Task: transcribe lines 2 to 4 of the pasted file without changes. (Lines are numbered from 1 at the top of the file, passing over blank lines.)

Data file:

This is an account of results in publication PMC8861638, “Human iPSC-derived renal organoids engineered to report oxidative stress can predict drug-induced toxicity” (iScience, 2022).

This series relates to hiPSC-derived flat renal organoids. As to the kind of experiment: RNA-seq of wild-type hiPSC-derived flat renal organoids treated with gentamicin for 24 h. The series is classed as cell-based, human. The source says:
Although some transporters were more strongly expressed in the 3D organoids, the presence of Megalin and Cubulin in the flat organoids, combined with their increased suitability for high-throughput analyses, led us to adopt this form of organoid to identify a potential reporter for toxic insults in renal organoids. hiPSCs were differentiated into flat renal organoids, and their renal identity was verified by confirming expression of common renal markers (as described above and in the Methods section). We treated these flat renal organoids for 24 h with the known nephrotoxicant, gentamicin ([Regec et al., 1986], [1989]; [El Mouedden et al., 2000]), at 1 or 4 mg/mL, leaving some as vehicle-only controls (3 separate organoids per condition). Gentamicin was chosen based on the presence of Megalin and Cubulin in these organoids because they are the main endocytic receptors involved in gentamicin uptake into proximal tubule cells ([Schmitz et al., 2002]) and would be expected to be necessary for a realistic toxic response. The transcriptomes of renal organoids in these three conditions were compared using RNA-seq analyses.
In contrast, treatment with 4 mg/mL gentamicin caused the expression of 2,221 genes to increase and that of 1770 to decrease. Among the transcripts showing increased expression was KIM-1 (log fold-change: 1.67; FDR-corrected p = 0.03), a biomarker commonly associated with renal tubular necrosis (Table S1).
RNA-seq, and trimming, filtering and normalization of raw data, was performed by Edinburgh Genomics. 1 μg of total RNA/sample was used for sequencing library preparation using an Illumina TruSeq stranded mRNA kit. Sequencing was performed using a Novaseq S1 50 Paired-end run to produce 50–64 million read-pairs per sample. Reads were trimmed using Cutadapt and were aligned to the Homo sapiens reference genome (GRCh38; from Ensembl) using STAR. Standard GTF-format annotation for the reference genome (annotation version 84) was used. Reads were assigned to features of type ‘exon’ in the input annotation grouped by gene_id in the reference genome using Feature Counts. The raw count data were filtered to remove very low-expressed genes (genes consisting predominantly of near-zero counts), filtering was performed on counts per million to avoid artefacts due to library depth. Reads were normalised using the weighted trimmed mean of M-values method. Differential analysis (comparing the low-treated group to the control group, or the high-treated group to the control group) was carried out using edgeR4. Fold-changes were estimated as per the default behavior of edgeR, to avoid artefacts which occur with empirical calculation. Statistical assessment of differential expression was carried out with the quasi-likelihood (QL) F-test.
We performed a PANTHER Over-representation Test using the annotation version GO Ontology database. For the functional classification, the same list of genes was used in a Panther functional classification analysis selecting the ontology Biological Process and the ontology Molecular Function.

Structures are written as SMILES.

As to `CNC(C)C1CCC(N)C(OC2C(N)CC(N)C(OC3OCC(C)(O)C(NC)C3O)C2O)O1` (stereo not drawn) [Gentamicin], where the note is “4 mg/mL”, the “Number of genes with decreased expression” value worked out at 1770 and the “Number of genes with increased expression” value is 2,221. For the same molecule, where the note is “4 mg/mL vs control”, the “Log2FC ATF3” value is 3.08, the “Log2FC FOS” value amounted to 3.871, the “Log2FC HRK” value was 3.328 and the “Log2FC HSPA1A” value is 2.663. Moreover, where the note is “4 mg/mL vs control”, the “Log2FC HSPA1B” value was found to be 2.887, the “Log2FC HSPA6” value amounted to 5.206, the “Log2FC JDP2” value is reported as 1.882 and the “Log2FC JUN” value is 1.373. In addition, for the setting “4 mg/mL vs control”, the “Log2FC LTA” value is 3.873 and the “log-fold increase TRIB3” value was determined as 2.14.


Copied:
This series relates to hiPSC-derived flat renal organoids. As to the kind of experiment: RNA-seq of wild-type hiPSC-derived flat renal organoids treated with gentamicin for 24 h. The series is classed as cell-based, human. The source says:
Although some transporters were more strongly expressed in the 3D organoids, the presence of Megalin and Cubulin in the flat organoids, combined with their increased suitability for high-throughput analyses, led us to adopt this form of organoid to identify a potential reporter for toxic insults in renal organoids. hiPSCs were differentiated into flat renal organoids, and their renal identity was verified by confirming expression of common renal markers (as described above and in the Methods section). We treated these flat renal organoids for 24 h with the known nephrotoxicant, gentamicin ([Regec et al., 1986], [1989]; [El Mouedden et al., 2000]), at 1 or 4 mg/mL, leaving some as vehicle-only controls (3 separate organoids per condition). Gentamicin was chosen based on the presence of Megalin and Cubulin in these organoids because they are the main endocytic receptors involved in gentamicin uptake into proximal tubule cells ([Schmitz et al., 2002]) and would be expected to be necessary for a realistic toxic response. The transcriptomes of renal organoids in these three conditions were compared using RNA-seq analyses.
In contrast, treatment with 4 mg/mL gentamicin caused the expression of 2,221 genes to increase and that of 1770 to decrease. Among the transcripts showing increased expression was KIM-1 (log fold-change: 1.67; FDR-corrected p = 0.03), a biomarker commonly associated with renal tubular necrosis (Table S1).